What would they think now of our extravagance, our plethora of goods and foods, our modern ways of crippling others with the weapons of internet words and hacking, rather than stealing, pillaging and enslaving strangers?
We moderns are lost in our over-abundance of light year round, scarcely noting the calendar or the passing of the longest and shortest days.
What remarkable people of strength have preceded us, seeking to preserve the significance of Light in their darkness.
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When summer time has come, and all The world is in the magic thrall Of perfumed airs that lull each sense To fits of drowsy indolence;
Just for the joy of being there And drinking in the summer air, The summer sounds, and summer sights, That set a restless mind to rights When grief and pain and raging doubt Of men and creeds have worn it out;
O time of rapture! time of song! How swiftly glide thy days along Adown the current of the years, Above the rocks of grief and tears! ‘Tis wealth enough of joy for me In summer time to simply be. ~Paul Laurence Dunbar from “Summertime”
Each year, on the same date, the summer solstice comes. Consummate light: we plan for it, the day we tell ourselves that time is very long indeed, nearly infinite. And in our reading and writing, preference is given to the celebratory, the ecstatic.
What follows the light is what precedes it: the moment of balance, of dark equivalence.
But tonight we sit in the garden in our canvas chairs so late into the evening – why should we look either forward or backwards? Why should we be forced to remember: it is in our blood, this knowledge. Shortness of the days; darkness, coldness of winter. It is in our blood and bones; it is in our history. It takes a genius to forget these things. ~Louise Glück from “Solstice”
I stand, wavering in a balance of light and shadow~ this knowledge of what’s to come next rests deep in my bones.
I’ve been here before, so grateful for the sun’s return.
I will not forget this gift of Light, as darkness begins to claim the days again.
I remember, He promised to never let darkness overwhelm the world again.
I believe Him, on this longest day, and even more so, in the midst of the longest night.
Does the road wind up-hill all the way? Yes, to the very end. Will the day’s journey take the whole long day? From morn to night, my friend.
But is there for the night a resting-place? A roof for when the slow dark hours begin. May not the darkness hide it from my face? You cannot miss that inn.
Shall I meet other wayfarers at night? Those who have gone before. Then must I knock, or call when just in sight? They will not keep you standing at that door.
Shall I find comfort, travel-sore and weak? Of labour you shall find the sum. Will there be beds for me and all who seek? Yea, beds for all who come. ~Christina Rossetti, “Up-Hill” from Rossetti: Poems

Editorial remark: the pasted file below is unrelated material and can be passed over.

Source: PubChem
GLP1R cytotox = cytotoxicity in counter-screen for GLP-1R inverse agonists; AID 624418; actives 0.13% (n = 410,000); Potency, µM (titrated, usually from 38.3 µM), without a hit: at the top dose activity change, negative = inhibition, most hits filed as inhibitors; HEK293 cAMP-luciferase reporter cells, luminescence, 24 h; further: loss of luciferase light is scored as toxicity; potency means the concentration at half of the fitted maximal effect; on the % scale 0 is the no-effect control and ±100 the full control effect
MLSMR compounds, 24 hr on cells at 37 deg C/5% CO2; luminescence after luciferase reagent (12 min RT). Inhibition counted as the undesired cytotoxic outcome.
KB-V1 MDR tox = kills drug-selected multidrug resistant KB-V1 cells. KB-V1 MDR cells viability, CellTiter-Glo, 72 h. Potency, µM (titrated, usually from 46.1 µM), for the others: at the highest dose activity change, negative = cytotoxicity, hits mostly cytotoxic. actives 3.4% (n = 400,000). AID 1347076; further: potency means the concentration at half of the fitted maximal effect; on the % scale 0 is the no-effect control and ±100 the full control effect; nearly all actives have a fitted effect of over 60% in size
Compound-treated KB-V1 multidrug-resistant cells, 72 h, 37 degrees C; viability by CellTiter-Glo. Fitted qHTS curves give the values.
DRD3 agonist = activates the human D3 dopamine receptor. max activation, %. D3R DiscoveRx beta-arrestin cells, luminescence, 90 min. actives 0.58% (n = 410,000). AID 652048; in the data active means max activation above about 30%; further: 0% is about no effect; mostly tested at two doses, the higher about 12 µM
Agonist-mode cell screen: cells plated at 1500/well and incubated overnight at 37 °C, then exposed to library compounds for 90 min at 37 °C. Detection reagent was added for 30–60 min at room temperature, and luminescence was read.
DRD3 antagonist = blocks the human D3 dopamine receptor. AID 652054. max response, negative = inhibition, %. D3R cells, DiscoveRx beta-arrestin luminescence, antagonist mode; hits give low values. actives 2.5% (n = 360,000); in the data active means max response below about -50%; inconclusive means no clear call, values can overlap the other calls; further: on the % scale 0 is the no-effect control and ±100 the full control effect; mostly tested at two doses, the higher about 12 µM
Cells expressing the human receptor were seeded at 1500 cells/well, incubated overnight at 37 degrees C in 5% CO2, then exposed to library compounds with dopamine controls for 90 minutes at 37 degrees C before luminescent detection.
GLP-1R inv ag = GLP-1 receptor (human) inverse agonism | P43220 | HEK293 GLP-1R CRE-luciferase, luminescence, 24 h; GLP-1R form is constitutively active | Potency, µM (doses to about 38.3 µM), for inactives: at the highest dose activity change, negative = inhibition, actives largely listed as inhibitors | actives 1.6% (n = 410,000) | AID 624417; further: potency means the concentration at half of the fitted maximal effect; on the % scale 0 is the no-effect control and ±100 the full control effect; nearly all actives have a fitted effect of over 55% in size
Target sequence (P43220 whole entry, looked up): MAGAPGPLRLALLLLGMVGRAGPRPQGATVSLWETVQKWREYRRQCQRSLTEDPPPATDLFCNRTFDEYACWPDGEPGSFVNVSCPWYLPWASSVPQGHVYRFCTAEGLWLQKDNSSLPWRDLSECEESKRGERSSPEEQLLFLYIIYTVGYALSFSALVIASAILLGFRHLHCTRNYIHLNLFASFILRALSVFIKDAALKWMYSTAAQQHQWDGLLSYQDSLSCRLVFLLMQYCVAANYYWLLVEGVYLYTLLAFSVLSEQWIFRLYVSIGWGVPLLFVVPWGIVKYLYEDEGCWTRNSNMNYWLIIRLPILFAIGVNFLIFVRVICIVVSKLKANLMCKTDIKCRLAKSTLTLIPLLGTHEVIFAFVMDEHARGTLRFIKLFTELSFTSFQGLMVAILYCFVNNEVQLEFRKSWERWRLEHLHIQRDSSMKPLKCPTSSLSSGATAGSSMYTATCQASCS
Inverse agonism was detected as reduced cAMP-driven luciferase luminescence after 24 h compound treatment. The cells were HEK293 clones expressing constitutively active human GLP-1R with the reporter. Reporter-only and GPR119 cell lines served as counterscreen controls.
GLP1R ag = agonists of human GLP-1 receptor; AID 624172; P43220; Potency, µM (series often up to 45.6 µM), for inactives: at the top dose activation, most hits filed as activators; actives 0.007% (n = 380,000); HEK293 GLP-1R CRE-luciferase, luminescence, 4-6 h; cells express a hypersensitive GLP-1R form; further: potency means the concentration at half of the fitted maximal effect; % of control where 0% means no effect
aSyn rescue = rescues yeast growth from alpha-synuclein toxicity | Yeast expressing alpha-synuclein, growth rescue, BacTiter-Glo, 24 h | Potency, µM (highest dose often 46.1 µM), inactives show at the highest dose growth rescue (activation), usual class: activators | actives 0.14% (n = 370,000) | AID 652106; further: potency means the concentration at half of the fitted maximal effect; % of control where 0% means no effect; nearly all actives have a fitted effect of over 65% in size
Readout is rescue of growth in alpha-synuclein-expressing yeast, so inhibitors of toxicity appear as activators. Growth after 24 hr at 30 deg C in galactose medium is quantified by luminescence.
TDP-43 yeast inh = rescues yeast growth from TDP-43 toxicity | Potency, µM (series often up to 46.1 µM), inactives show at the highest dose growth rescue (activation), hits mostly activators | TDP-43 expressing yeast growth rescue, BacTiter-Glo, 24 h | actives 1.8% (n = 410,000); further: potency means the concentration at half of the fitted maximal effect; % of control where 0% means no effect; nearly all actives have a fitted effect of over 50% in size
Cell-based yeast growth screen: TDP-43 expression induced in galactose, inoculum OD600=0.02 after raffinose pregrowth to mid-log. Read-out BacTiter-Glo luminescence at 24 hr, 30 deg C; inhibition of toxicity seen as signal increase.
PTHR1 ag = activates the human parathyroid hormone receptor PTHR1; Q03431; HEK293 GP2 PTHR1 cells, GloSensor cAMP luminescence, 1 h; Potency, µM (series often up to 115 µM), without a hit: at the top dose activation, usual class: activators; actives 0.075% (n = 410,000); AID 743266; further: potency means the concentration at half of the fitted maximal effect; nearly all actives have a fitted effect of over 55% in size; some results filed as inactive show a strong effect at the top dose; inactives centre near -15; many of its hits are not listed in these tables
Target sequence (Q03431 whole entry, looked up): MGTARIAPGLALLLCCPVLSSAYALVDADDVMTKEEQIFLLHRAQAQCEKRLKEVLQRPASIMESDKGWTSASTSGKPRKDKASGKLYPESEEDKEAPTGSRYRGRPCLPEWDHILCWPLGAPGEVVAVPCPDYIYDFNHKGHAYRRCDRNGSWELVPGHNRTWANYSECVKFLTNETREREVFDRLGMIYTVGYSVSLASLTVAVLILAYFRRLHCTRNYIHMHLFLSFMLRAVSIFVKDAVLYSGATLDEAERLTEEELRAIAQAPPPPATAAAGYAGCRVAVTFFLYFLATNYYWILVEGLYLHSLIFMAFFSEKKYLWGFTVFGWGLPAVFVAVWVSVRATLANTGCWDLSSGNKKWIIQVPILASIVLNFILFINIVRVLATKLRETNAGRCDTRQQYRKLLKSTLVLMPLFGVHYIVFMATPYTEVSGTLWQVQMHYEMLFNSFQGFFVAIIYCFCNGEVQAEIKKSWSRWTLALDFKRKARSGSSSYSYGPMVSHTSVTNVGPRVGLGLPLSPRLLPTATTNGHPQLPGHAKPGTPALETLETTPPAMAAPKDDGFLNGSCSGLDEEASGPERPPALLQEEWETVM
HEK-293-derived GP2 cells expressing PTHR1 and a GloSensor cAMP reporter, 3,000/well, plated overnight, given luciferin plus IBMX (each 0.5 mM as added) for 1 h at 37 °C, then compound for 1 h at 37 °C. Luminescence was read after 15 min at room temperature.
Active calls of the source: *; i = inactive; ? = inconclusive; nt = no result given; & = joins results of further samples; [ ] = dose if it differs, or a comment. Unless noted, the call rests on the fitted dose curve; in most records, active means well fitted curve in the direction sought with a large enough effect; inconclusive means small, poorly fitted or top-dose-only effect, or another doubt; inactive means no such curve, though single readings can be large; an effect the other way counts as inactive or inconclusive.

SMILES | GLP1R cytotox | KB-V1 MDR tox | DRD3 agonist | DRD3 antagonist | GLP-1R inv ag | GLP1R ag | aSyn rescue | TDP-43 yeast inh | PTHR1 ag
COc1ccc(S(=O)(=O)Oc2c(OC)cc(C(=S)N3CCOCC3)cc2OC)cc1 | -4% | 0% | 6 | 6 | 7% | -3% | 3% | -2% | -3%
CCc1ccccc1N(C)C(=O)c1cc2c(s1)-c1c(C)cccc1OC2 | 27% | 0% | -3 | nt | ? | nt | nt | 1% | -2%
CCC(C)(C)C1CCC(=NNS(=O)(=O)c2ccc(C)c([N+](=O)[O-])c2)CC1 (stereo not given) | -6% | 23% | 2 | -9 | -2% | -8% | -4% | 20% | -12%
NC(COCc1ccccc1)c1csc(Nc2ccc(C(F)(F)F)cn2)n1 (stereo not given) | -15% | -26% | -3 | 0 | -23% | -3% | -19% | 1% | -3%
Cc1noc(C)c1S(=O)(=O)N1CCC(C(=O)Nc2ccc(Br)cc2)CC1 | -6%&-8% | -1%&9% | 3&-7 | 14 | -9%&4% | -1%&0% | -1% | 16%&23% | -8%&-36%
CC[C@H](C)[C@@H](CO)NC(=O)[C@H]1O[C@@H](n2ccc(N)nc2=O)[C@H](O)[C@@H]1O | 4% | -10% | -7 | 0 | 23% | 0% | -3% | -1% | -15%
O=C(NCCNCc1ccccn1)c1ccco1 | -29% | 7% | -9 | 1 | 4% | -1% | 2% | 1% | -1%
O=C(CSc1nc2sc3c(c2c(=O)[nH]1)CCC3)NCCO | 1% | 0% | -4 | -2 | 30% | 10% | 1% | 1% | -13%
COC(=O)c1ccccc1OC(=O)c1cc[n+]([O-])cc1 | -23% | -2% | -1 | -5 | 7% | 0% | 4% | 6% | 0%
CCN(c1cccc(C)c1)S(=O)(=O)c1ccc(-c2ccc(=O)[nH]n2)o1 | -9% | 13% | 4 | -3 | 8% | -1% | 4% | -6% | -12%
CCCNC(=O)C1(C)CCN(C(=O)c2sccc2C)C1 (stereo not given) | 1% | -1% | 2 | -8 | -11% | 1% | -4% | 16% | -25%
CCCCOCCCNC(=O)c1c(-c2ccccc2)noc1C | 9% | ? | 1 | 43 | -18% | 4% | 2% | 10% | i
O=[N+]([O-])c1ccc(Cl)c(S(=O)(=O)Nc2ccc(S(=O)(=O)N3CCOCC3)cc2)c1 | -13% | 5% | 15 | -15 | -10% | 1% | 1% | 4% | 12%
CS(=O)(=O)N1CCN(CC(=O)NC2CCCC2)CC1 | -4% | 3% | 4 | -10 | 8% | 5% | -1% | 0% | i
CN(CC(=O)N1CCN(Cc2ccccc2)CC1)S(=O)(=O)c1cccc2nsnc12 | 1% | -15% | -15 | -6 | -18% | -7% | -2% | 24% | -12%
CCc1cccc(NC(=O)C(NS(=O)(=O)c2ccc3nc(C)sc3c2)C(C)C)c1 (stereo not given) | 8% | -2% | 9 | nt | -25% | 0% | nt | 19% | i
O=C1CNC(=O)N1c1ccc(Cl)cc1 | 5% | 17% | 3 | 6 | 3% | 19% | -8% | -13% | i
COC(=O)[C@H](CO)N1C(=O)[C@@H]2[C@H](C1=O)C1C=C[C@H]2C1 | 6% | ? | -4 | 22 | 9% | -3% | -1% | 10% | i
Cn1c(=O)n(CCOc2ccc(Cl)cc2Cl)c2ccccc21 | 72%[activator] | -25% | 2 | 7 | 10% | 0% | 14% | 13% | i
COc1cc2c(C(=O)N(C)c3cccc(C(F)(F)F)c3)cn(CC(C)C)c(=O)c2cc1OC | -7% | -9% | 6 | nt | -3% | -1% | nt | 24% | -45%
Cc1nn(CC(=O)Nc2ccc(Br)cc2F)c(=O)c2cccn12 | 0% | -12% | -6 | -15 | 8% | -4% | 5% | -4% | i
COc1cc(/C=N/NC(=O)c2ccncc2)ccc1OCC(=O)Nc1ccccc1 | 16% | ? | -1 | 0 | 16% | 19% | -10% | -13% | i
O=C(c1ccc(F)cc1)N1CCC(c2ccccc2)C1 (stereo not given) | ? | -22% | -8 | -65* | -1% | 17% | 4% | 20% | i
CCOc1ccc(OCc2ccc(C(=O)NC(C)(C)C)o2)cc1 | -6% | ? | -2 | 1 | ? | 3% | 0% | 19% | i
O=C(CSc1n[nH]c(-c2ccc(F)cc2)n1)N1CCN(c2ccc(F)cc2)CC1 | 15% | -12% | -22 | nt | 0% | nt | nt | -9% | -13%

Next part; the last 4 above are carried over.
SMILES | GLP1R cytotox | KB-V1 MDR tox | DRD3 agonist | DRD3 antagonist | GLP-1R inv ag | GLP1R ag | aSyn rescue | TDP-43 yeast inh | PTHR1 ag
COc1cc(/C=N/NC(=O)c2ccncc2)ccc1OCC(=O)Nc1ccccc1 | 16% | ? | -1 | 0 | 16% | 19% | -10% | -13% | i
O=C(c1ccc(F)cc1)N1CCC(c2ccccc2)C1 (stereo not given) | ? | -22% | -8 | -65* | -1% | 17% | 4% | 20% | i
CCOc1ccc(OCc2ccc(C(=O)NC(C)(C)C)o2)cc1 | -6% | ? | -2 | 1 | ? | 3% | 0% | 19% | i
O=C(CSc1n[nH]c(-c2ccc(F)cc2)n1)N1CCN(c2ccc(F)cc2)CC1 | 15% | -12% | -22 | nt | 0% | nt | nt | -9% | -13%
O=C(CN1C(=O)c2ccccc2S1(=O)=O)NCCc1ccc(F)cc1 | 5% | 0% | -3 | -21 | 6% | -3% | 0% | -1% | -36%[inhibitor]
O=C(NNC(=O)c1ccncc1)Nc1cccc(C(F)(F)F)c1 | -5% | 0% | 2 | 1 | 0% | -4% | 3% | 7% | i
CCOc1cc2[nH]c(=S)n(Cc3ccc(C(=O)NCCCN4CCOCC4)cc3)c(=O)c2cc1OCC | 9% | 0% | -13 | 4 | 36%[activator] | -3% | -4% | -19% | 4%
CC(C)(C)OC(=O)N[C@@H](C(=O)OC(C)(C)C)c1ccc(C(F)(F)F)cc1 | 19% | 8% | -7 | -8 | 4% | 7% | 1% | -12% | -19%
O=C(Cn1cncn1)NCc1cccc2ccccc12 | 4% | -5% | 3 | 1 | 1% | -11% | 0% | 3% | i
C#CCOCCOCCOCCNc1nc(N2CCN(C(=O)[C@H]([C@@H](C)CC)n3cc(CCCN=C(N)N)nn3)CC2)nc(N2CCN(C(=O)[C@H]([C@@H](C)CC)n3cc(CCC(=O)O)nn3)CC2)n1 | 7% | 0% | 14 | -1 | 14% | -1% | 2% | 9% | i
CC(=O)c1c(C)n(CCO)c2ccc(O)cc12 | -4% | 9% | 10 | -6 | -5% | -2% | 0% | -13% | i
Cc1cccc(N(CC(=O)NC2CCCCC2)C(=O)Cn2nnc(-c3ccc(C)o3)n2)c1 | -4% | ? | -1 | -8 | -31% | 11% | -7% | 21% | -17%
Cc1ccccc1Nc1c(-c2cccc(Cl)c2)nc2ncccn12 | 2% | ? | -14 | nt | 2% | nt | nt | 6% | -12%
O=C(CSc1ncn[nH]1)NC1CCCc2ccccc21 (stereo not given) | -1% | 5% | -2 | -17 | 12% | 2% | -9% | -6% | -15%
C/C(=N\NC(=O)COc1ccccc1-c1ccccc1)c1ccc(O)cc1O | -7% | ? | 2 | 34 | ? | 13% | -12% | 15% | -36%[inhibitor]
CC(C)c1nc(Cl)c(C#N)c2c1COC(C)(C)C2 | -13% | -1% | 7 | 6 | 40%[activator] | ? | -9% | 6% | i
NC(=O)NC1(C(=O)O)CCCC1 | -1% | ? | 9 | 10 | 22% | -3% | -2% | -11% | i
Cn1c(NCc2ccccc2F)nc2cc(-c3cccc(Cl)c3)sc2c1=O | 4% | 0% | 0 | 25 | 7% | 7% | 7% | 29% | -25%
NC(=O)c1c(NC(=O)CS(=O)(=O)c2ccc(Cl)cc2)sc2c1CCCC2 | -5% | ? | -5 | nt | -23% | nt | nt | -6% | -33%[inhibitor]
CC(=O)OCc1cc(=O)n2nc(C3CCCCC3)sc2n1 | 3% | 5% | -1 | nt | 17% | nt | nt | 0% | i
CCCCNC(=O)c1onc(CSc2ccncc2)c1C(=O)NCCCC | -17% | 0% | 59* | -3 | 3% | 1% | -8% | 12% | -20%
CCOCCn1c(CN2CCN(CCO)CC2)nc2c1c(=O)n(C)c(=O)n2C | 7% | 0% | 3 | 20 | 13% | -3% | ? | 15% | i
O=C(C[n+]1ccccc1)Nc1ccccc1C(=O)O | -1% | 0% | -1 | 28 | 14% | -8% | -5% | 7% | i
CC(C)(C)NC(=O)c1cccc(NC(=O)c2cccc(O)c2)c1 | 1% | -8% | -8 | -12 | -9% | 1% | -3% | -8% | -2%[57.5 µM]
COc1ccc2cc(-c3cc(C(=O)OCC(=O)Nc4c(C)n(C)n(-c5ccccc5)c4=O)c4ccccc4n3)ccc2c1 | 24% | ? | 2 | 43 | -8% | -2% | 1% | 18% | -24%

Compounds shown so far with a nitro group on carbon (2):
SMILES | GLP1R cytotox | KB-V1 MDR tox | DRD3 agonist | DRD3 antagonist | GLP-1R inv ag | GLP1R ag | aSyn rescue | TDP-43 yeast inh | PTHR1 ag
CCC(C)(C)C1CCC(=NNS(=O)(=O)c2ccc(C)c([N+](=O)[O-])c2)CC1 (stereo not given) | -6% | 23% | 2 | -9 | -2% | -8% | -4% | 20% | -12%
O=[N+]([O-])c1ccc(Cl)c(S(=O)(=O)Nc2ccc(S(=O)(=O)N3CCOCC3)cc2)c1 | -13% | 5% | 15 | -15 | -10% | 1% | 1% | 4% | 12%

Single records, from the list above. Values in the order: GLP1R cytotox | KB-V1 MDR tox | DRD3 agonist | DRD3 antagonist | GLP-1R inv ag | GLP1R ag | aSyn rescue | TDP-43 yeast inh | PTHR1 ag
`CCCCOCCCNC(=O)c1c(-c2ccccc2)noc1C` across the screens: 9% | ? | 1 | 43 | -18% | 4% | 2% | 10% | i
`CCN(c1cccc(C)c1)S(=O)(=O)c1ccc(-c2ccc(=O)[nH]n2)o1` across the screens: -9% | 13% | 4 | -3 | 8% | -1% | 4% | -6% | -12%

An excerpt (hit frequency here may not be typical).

Nothing is quite as comforting as a room to stay and bed to sleep in after a long day of traveling. At times, we’re not sure we’ll get there before dark. The roads stretch ahead for miles, the scenery seems foreign to our eyes.
So we hope for a quiet place to stay where others are welcoming.
Yet there is rest. Yes, there is rest for the weary and travel-worn. There are beds for each. A place to rest our heads.
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There was a time when meadow, grove, and stream, The earth, and every common sight, To me did seem Apparell’d in celestial light, The glory of a dream.
The rainbow comes and goes, And lovely is the rose; The moon doth with delight Look round her when the heavens are bare; Waters on a starry night Are beautiful and fair; The sunshine is a glorious birth; But yet I know, where’er I go, That there hath pass’d away a glory from the earth.
Though nothing can bring back the hour Of splendour in the grass, of glory in the flower; We will grieve not, rather find Strength in what remains behind. ~William Wordsworth from Intimations of Immortality
I woke immersed in sadness; it doesn’t happen often. Whether a dream surrounded me in sorrow, or perhaps the weight of grayness of the morning, I couldn’t tell.
I felt burdened and weepy, wondering where hope had fled just overnight.
Even though I know true glory lies beyond this soil, I still look for it here, seeking encouragement in midst of trouble. I set out to find light which clothes the ordinary, becoming resplendent and shimmering from celestial illumination.
Though I may sometimes grieve for what is lost, there is enough, there is always enough each morning to remind me God’s gift of grace and strength transforms this day and every day.
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How is faith to endure, O God, when you allow all this scraping and tearing on us? You have allowed rivers of blood to flow, mountains of suffering to pile up, sobs to become humanity’s song– all without lifting a finger that we could see. You have allowed bonds of love beyond number to be painfully snapped. If you have not abandoned us, explain yourself.